The politics behind the Kamala Harris ‘Vogue’ debut

- Advertisement -

By Sujata Assomull

New Delhi– Fashion’s top trending topic this week: the Kamala Harris, AmericanVogue cover. It seems everyone has a reason to critique it–even though Vogue’s Anna Wintour has explained the magazine’s approach to this unusually casual and relaxed cover. There is an endless list of the accusations against the images, especially the print edition cover where the Vice President Elect wears a blazer and Converse sneakers, all pulled from Harris’s own wardrobe. These were not chosen by the Vogue Fashion team–something which goes against the norm of a fashion magazine’s usual practices.

America has never had a female Vice President Elect before–so there is no real precedent to compare this cover to. But First Ladies have graced Vogue’s cover–Hilary Clinton wore an Oscar de la Renta for her December 1998, a designer she has a longstanding friendship with and Michelle Obama has been on the cover three times. Obama, a natural clotheshorse, and like Jacqueline Kennedy (though she never made it to the fashion glossies cover) was a First Lady made for fashion.

Of course Britain, like India, has had a female prime minister, Margaret Thatcher. The term “handbagging” a word used for a way of intimidating opponents can be credited to this British Prime Minister who made the handbag an ‘It accessory’ before the term even existed. While pieces of her wardrobe are now considered a part of fashion history, she was never on the cover British Vogue back in the 1980s. On the other hand, Meryl Streep did grace the cover the month the film, Iron Lady, where she played Thatcher, was released. Thatcher was in 10 Downing Street for over a decade, while she might not be known for her designer wardrobe she definitely had her own personal style. Though if she had appeared on the cover of the British edition of the magazine back then, she would have had to ditch her own ‘armour’– skirt suits and pussy bows, something the Iron Lady would never have agreed to.

Harris however got to stick to her own wardrobe. There are many elements of the cover that are questionable: the clothes seem ill fitting and the lighting does seem to have lightened her skin. Then there is the backdrop, it looks like it was shot on the set of the Netflix show Bridgeton, at the home of the Featherington’s, though it seems the pink and green backdrop is an ode to the colours of the first American Black sorority, Alpha Kappa Alpha, that Harris was a member of as a student. But I still like what this cover stands for. That every woman’s personal style should be celebrated. That you do have to confirm a certain style formula to be on the cover of a fashion magazine. And that the cover of a fashion magazine is not just for skinny models and beautiful actresses.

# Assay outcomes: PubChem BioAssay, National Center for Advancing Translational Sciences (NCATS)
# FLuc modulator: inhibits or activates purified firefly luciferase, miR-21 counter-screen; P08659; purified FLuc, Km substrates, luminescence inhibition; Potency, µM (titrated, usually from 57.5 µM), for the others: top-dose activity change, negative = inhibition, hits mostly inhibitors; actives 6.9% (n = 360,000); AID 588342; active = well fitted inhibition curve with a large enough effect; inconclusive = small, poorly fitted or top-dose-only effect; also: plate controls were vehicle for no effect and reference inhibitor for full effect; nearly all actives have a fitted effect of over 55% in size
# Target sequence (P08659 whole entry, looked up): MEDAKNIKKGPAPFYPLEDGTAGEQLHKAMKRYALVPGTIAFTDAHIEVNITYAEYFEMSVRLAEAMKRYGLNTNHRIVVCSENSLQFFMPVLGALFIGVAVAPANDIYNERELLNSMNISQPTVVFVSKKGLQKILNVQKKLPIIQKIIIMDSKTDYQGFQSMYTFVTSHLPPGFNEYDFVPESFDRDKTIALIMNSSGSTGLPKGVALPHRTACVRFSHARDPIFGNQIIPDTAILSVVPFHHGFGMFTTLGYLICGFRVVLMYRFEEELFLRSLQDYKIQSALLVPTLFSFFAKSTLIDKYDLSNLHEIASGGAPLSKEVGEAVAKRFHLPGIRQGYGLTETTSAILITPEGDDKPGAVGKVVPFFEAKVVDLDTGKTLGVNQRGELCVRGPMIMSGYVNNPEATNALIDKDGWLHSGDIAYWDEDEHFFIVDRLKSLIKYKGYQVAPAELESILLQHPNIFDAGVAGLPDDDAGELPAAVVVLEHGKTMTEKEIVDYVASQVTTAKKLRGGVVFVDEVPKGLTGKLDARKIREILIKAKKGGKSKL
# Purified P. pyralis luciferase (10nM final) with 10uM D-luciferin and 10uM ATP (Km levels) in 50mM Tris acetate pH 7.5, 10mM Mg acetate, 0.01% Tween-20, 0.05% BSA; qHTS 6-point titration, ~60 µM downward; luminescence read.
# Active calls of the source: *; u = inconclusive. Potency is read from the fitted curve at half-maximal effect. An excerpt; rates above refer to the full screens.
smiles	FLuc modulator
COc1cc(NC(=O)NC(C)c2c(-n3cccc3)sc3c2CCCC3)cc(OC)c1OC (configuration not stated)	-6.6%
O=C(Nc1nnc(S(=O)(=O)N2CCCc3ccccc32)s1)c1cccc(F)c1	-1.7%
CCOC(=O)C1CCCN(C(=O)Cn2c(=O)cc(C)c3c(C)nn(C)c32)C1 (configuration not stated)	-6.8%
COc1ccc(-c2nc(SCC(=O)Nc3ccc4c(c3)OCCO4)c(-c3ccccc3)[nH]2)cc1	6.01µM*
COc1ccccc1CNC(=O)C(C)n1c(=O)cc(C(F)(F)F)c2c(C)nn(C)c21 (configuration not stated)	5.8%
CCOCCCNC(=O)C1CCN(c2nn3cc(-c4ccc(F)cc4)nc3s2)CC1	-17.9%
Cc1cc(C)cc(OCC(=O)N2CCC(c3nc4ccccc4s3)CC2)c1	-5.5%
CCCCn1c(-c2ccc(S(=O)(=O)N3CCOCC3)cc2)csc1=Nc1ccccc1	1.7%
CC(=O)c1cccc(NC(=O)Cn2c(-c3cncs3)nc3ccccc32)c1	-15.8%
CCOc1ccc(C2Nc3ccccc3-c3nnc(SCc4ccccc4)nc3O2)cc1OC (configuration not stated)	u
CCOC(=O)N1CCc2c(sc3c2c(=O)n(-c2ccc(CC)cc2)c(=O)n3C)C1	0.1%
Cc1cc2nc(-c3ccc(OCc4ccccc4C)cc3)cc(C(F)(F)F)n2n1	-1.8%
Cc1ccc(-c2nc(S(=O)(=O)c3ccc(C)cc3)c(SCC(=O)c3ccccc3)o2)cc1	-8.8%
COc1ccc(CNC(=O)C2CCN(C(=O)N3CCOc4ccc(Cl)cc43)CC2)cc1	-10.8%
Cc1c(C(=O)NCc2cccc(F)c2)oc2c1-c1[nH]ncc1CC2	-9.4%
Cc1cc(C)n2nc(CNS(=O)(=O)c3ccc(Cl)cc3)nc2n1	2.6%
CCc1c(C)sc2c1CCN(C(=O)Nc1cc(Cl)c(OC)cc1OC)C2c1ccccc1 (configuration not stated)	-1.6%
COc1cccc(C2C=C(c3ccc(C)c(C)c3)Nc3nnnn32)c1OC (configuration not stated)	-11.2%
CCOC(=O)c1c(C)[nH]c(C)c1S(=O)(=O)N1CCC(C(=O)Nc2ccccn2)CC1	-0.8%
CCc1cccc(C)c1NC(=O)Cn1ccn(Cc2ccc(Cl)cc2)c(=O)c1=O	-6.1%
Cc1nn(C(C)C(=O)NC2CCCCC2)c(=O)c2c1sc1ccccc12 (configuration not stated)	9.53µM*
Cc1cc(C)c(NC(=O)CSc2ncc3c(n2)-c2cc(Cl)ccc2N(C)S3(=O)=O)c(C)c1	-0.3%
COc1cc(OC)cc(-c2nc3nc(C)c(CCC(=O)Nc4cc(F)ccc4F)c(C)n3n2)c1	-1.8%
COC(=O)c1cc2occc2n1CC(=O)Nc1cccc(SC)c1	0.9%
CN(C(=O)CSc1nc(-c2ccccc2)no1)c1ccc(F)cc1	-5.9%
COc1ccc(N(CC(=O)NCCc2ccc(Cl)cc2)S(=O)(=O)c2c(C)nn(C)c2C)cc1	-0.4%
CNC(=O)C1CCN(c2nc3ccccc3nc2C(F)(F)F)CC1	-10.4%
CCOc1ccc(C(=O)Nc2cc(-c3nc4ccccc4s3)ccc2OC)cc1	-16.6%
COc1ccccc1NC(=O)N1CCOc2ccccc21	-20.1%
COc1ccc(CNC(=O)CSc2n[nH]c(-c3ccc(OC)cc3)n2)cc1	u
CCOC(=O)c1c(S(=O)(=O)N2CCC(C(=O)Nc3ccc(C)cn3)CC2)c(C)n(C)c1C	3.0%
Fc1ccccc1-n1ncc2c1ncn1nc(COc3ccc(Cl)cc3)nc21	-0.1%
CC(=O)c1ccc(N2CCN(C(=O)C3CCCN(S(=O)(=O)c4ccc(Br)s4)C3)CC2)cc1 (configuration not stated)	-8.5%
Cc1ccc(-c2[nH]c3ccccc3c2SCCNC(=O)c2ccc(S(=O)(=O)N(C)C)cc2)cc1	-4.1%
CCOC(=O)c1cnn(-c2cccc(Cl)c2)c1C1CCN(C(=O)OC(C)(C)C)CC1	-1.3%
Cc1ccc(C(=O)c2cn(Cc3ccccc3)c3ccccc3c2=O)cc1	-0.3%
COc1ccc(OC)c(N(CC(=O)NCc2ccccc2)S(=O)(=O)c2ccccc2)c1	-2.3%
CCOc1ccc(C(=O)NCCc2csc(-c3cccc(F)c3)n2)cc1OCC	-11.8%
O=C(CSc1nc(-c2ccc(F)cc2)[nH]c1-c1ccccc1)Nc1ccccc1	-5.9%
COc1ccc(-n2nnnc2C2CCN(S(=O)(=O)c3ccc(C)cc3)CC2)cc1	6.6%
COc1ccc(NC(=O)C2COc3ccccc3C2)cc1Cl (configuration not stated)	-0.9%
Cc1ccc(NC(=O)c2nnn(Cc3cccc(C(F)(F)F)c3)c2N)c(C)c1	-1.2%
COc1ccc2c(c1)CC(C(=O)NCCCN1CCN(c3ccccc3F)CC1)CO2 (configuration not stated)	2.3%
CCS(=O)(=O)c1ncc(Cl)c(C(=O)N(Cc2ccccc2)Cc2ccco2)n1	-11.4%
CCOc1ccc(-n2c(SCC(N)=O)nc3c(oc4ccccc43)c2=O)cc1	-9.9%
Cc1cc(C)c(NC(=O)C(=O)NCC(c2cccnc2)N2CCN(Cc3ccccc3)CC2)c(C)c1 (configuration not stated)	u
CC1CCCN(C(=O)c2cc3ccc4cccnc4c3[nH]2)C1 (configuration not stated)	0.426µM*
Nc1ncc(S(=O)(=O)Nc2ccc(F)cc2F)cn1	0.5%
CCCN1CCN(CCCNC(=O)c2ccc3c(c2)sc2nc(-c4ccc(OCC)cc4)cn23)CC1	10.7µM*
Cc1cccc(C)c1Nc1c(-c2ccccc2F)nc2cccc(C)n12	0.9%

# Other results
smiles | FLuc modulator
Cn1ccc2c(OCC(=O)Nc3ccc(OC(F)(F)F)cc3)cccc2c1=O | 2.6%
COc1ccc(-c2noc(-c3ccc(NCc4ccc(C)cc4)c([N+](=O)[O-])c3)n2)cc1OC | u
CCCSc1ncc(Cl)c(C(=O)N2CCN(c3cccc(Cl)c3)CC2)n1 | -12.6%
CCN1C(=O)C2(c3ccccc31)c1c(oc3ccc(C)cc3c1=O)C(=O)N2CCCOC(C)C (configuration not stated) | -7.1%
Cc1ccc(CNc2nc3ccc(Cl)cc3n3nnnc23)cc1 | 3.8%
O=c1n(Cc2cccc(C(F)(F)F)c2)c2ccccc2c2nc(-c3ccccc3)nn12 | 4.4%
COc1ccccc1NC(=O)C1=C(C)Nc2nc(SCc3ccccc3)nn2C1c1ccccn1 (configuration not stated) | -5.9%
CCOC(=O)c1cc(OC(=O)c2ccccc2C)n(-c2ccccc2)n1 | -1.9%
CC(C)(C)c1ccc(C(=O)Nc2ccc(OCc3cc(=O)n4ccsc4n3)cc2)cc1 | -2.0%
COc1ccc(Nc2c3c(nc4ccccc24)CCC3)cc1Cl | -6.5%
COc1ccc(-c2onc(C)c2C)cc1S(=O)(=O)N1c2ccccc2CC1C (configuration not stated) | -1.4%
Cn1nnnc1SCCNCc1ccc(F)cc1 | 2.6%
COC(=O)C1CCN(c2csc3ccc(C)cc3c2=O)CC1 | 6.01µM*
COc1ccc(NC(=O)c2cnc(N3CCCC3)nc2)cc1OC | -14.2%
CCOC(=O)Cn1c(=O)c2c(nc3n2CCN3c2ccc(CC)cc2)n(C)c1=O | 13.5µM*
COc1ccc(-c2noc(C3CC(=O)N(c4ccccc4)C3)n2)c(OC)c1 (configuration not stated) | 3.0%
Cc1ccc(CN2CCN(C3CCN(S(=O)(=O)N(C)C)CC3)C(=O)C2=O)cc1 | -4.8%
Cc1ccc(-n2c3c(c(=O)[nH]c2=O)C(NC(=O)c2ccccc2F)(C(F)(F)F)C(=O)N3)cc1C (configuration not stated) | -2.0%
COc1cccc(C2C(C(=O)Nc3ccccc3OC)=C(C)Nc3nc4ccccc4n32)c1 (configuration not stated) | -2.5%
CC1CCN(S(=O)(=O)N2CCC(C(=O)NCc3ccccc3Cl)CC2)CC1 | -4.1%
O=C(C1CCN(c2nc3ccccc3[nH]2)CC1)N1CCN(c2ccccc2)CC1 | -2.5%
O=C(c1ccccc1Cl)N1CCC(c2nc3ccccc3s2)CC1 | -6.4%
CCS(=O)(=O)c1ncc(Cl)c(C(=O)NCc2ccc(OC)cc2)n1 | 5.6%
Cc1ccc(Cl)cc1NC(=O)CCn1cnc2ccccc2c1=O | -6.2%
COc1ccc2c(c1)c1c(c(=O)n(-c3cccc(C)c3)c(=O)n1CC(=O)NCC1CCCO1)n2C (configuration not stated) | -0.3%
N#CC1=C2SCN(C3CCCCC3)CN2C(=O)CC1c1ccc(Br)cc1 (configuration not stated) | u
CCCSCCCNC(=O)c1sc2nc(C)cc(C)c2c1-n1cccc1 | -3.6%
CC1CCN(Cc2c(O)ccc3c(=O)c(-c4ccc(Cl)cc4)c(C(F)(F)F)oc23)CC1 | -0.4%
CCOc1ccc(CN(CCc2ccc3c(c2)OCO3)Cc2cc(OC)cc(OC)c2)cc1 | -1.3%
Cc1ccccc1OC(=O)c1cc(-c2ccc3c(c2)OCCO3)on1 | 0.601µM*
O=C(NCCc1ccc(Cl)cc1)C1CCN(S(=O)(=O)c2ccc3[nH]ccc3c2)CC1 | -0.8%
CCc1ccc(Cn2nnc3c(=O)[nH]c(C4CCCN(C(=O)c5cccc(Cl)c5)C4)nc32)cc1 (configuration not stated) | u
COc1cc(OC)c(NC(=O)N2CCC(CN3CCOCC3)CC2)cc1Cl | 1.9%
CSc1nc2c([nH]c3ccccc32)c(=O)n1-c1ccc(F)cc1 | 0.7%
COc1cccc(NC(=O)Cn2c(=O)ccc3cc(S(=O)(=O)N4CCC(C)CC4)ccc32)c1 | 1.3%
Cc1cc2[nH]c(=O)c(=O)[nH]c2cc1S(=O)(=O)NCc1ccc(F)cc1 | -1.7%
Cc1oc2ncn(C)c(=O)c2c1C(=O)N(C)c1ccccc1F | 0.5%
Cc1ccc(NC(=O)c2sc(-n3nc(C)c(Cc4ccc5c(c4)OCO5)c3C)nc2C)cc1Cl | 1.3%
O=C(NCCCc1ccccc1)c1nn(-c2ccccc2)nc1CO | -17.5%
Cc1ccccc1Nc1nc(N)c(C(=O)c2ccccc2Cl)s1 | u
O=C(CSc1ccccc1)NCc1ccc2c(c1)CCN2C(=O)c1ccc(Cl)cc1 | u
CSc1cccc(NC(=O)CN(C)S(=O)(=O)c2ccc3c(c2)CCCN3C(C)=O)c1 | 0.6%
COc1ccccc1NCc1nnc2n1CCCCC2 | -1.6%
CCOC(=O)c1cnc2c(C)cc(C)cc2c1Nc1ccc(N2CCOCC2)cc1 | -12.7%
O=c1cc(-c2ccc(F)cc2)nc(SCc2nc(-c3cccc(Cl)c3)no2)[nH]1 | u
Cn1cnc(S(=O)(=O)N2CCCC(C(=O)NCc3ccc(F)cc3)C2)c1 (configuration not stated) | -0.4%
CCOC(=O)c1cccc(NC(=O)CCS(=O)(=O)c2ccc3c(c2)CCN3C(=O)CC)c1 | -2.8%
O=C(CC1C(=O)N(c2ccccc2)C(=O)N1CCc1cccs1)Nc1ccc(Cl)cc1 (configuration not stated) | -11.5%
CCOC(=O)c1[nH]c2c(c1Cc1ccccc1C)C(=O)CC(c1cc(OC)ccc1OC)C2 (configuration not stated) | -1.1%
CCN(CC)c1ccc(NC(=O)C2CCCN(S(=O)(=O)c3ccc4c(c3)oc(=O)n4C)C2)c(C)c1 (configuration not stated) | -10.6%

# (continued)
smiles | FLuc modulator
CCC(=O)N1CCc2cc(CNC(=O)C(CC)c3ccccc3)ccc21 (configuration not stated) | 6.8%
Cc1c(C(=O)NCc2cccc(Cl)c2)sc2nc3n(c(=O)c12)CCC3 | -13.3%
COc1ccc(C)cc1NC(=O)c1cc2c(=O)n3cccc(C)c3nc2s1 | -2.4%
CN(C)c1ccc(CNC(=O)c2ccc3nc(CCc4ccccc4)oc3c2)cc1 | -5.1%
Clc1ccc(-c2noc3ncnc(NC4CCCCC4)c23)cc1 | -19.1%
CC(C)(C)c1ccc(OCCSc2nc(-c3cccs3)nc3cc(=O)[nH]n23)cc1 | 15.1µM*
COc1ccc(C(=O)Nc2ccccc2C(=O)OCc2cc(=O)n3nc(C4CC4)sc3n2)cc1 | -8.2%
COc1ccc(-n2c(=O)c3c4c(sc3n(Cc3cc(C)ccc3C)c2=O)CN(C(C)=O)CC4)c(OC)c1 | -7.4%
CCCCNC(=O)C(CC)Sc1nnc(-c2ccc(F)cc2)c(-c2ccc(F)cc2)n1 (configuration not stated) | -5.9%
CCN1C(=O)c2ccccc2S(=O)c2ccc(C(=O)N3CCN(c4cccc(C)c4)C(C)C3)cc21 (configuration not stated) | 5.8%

Of course I still want to see glamorous covers of fashion magazines, I mean who does not like seeing those picture perfect images– but mixing it up every once in a while adds some freshness. While it might have been interesting to see Harris receive the famous ‘Vogue make-over’– but I am sure that would receive flak too — for unnecessarily dolling up a woman of style and substance. I think the comment made by Elizabeth Paton, International Styles Correspondent at The New York Times, on her personal Instagram account says it well, “Female Politicians currently appear damned if they do/damned if they don’t with fashion mag covers. Too fashion forward or fantastical, then critics say they look elitist and out of touch.”

So yes its styling was a departure from what we expect from Vogue, but seeing her on the cover brought a smile to my face, and the interview was both respectful and informative. That picture has made me want to own a pair of converse sneakers.

The writer Sujata Assomull is an IANSlife columnist. Assomull is the author “100 Iconic Bollywood Costumes” and was the Founding Editor In Chief of Harper’s Bazaar, India. (IANS)


Please enter your comment!
Please enter your name here